The Economist ran an article titled The market v the real economy.

« with unemployment rising from 4% to about 16%, the highest rate since records began in 1948.  »

« Government-bond yields are barely positive in America. They are negative in Japan and much of Europe. You are guaranteed to lose money by holding them to maturity, and if inflation rises the losses would be painful. So stocks are appealing. »

« Bourses in Britain and continental Europe, chock-full of troubled industries like carmaking, banking and energy, have lagged behind, and there are renewed jitters over the single currency (see article) »

« In America investors have put even more faith in a tiny group of tech darlings—Alphabet, Amazon, Apple, Facebook and Microsoft—which now make up a fifth of the S&P 500 index. There is little euphoria, just a despairing reach for the handful of businesses judged to be all-weather survivors. »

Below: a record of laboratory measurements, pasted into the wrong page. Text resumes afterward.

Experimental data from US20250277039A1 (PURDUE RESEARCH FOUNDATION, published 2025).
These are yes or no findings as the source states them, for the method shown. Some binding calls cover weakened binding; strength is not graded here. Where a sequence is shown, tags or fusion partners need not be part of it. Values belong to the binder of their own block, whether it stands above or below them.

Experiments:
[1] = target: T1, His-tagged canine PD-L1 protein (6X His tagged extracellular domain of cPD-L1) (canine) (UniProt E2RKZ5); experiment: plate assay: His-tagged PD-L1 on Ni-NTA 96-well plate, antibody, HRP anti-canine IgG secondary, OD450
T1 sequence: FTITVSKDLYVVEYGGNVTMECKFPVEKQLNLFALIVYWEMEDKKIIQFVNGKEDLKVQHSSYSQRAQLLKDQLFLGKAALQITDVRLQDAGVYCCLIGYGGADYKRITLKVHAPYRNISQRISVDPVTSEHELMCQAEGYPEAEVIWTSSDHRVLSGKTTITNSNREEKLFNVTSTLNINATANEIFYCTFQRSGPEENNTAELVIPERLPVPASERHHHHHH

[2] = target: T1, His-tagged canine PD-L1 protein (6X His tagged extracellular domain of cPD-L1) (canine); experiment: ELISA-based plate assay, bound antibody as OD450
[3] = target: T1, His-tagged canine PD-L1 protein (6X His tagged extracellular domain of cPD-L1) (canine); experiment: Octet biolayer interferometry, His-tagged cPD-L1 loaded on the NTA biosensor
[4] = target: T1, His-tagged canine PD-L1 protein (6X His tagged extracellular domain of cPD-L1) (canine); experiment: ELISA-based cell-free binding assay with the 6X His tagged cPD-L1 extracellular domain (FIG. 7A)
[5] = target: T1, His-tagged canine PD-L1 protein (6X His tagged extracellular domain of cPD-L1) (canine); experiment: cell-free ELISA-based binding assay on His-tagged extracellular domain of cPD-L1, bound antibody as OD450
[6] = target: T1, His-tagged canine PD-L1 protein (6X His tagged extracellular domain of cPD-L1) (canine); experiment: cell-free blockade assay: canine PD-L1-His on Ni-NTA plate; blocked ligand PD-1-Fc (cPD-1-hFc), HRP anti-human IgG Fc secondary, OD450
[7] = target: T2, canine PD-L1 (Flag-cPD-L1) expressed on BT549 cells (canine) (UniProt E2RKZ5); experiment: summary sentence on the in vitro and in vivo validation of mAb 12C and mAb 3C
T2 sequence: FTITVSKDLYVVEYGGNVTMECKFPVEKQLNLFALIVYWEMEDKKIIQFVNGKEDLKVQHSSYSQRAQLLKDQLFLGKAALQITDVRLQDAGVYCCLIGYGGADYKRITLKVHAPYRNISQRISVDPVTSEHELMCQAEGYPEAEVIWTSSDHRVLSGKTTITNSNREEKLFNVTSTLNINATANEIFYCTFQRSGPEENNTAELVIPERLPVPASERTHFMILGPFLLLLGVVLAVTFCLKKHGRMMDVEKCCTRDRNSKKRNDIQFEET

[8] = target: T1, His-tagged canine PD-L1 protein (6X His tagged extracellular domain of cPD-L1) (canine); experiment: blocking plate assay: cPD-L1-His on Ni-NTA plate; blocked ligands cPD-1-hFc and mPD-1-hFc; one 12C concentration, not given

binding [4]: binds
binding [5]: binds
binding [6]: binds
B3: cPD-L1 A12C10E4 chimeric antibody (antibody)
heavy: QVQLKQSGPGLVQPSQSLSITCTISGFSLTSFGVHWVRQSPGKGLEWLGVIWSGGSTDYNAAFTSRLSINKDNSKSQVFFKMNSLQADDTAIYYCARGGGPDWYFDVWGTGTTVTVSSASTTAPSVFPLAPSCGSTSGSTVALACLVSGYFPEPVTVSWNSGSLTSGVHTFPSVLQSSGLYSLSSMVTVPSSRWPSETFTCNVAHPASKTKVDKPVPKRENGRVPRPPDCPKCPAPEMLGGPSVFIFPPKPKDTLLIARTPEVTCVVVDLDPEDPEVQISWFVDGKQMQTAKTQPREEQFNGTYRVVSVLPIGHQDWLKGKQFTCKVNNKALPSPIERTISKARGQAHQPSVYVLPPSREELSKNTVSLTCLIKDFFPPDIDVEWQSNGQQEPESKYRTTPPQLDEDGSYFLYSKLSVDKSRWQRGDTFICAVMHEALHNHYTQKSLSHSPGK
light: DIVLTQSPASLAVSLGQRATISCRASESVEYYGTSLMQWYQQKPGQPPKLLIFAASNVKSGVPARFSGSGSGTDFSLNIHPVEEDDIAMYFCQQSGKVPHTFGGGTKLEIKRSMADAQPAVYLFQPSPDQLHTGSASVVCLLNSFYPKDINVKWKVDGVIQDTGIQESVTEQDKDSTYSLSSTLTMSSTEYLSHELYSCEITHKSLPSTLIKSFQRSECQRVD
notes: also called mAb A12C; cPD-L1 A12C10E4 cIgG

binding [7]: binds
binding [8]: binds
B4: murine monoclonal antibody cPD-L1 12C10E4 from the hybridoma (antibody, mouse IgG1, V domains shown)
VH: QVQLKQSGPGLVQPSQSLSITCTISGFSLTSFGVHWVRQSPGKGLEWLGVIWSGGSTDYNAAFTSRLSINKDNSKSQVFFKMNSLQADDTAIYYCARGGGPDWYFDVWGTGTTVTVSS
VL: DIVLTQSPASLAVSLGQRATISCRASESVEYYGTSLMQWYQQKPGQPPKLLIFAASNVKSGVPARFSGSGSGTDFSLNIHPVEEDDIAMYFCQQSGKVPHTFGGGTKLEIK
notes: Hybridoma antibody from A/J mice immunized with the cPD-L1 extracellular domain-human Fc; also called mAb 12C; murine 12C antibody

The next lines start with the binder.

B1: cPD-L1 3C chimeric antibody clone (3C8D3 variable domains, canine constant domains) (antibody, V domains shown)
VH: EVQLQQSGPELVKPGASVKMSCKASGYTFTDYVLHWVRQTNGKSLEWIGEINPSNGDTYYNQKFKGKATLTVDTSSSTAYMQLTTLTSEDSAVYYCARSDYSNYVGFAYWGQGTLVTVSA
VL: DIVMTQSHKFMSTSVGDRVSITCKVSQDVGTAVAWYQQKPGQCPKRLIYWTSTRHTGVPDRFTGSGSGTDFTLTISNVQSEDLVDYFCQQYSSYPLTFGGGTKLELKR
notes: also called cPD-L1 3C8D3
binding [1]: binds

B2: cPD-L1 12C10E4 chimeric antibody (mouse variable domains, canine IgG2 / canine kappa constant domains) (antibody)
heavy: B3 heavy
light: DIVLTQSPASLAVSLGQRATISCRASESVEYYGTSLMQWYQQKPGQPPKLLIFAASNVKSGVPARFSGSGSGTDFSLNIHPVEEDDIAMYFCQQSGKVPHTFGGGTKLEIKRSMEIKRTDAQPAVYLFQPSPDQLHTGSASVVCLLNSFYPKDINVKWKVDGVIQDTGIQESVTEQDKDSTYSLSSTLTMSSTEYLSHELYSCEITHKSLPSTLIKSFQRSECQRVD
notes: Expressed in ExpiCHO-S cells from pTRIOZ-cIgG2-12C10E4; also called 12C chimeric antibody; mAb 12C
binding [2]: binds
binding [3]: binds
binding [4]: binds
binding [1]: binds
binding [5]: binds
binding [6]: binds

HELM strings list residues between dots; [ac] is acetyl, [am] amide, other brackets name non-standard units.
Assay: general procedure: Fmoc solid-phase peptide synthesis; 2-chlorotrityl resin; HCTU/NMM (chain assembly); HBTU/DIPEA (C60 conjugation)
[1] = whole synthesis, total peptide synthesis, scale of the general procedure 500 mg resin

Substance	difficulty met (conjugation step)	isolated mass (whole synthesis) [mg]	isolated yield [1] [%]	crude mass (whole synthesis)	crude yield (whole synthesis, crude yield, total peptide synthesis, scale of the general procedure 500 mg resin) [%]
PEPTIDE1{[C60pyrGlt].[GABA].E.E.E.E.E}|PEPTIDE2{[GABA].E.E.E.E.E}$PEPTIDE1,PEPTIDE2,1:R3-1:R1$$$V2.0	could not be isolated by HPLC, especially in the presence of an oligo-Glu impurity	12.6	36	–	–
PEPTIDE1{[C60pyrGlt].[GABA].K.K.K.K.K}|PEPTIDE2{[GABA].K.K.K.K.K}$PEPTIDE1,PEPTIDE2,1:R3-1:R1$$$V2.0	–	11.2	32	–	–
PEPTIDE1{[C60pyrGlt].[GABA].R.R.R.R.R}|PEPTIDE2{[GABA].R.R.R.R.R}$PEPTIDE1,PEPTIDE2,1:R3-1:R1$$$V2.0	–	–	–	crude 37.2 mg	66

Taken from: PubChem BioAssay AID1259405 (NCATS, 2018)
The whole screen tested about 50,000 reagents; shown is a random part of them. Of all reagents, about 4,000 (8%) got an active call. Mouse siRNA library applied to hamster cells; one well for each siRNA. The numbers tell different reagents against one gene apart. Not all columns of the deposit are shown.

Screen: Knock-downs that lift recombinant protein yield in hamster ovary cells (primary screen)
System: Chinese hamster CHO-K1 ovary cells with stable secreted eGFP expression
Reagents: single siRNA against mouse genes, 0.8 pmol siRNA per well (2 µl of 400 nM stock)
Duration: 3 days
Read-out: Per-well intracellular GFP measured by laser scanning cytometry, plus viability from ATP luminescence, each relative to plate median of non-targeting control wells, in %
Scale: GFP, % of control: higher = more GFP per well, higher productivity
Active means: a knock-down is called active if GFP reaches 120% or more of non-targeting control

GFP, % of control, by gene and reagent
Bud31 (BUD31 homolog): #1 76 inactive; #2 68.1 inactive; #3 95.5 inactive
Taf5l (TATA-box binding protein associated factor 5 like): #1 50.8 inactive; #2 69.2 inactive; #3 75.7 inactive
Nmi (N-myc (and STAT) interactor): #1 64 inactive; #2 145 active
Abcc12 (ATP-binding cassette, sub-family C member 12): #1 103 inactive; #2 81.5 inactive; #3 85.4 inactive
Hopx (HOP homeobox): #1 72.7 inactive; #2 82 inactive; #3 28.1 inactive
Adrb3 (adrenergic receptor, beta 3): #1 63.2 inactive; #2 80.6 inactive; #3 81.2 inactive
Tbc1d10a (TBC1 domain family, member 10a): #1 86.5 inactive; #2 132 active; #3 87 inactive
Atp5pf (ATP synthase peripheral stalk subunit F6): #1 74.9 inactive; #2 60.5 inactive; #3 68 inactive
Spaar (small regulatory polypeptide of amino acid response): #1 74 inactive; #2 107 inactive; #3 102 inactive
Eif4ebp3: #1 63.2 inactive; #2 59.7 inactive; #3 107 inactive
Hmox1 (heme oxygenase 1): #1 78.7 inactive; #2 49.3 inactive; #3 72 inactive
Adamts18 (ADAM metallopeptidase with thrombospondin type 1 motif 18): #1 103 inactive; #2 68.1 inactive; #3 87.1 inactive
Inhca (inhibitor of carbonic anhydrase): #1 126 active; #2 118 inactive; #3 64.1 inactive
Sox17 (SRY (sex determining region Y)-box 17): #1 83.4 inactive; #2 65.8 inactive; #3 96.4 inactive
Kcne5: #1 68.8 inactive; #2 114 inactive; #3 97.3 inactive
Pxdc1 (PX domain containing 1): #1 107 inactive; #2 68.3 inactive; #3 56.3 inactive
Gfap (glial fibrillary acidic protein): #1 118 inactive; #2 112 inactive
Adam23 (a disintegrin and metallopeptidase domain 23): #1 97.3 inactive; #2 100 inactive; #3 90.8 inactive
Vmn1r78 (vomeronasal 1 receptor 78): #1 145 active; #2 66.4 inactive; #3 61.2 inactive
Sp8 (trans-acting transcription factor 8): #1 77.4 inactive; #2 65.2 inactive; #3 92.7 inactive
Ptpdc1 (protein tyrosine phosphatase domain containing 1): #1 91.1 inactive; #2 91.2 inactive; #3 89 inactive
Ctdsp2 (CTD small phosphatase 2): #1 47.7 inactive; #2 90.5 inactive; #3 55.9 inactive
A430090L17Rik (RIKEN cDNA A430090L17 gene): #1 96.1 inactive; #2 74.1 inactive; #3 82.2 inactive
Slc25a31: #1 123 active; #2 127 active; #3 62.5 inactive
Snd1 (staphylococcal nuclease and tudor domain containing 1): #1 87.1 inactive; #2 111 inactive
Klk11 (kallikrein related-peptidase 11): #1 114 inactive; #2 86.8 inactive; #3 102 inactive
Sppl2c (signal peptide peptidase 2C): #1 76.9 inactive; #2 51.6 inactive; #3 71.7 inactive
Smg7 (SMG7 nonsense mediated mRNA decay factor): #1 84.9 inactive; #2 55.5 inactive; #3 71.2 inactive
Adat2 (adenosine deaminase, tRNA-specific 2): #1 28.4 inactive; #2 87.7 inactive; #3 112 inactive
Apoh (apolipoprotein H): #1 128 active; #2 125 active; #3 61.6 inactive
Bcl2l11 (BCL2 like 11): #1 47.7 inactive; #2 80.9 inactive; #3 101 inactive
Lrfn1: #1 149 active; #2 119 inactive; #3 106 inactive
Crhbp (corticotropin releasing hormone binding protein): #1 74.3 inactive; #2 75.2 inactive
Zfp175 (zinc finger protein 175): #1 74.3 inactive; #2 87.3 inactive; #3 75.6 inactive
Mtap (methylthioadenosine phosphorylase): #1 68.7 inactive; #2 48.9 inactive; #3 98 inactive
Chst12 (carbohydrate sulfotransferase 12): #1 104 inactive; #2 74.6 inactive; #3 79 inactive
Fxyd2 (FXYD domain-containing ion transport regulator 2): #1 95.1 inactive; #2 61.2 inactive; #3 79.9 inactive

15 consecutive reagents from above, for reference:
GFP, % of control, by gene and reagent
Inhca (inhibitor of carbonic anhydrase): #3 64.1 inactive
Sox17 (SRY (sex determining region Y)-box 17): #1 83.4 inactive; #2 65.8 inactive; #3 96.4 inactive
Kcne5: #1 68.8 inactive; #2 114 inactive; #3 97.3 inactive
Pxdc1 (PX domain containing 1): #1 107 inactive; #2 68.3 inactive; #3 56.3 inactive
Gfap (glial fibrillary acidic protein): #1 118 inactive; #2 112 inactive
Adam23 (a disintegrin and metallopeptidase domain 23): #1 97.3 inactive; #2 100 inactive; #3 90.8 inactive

« A second hazard to reckon with is fraud. Extended booms tend to encourage shifty behaviour, and the expansion before the covid crash was the longest on record. Years of cheap money and financial engineering mean that accounting shenanigans may now be laid bare. Already there have been two notable scandals in Asia in recent weeks, at Luckin Coffee, a Chinese Starbucks wannabe, and Hin Leong, a Singaporean energy trader that has been hiding giant losses (see article). A big fraud or corporate collapse in America could rock the markets’ confidence, much as the demise of Enron shredded investors’ nerves in 2001 and Lehman Brothers led the stock market down in 2008. »

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